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I've posted a couple times previously about the idle speed oscillating/surging intermittently when engine warmed up on my 1999 996 Cab. Intermittently at a stop sign revs up and down between 500-1200 rpm with AC off.

Have now tried the ECU in addition to the throttle position switch, idle control valve and mass airflow sensor with no luck. The dealer and Porsche tech support are stumped.

Only one time out of several was there any fault code - it was code 124 intake air temp sensor sporatic. The tech said that code was unrelated and that nothing was wrong. I'm grabbing at straws - is the intake air tem sensor something that is easily replaced and not too expensive?

Any other ideas are very much appreciated. I hate to live with the problem.

Thanks!!

Dwight

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The air temp sensor is part of the mass air flow sensor. You need to look for damaged wiring in that circuit.

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The air temp sensor is part of the mass air flow sensor. You need to look for damaged wiring in that circuit.

Thanks, I'll check it out. That code showed up in a computer check I had done about 3 weeks after I changed the MAS, so I wonder if I triggered that fault when I changed the MAS. A few days before I changed it, I disconnected the MAS for a couple minutes at another member's suggestion to see if it changed the idle problem.

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I haven't followed your other threads, but sounds like you have a leak somewhere after the MAF, which can cause the surging since un-metered air is allowed into the system. Check your boot and clamp at the throttle body; make sure it is in evenly and securely.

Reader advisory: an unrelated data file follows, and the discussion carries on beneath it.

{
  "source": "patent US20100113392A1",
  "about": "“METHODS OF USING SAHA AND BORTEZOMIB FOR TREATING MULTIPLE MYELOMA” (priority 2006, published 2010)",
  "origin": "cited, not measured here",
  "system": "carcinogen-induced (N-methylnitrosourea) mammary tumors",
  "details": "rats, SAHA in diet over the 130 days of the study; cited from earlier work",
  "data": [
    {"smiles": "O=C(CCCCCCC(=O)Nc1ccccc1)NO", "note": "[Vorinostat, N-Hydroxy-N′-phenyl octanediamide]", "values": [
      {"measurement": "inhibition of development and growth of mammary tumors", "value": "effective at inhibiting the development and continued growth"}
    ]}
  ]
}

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If you had disconnected the MAF then started the engine it would trigger that code.

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Thanks all of you for the ideas. I'm not sure how to check for an intake vacuum leak other than sight and sound but I don't see anything suspicious. The intake boot has been off a few times to clean the throttle body and it is tight at the moment. Is there a spray or something that I can use on the various suspect spots that might help find an intake leak?

Also, I thought of maybe trying to mark the throttle stop screw setting and then trying to adjust it some each way to see if that helps. My thinking was that maybe nudging the throttle open mechanically about 50-100 rpm might keep the computer from trying to compensate. Or vice versa, closing the throttle further by backing the stop screw out a bit. Can I get in any trouble doing that and driving the car some to test the new settings, as long as I mark it first so I can get back to the factory setting?

thanks

Dwight

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Thanks all of you for the ideas. I'm not sure how to check for an intake vacuum leak other than sight and sound but I don't see anything suspicious. The intake boot has been off a few times to clean the throttle body and it is tight at the moment. Is there a spray or something that I can use on the various suspect spots that might help find an intake leak?

Also, I thought of maybe trying to mark the throttle stop screw setting and then trying to adjust it some each way to see if that helps. My thinking was that maybe nudging the throttle open mechanically about 50-100 rpm might keep the computer from trying to compensate. Or vice versa, closing the throttle further by backing the stop screw out a bit. Can I get in any trouble doing that and driving the car some to test the new settings, as long as I mark it first so I can get back to the factory setting?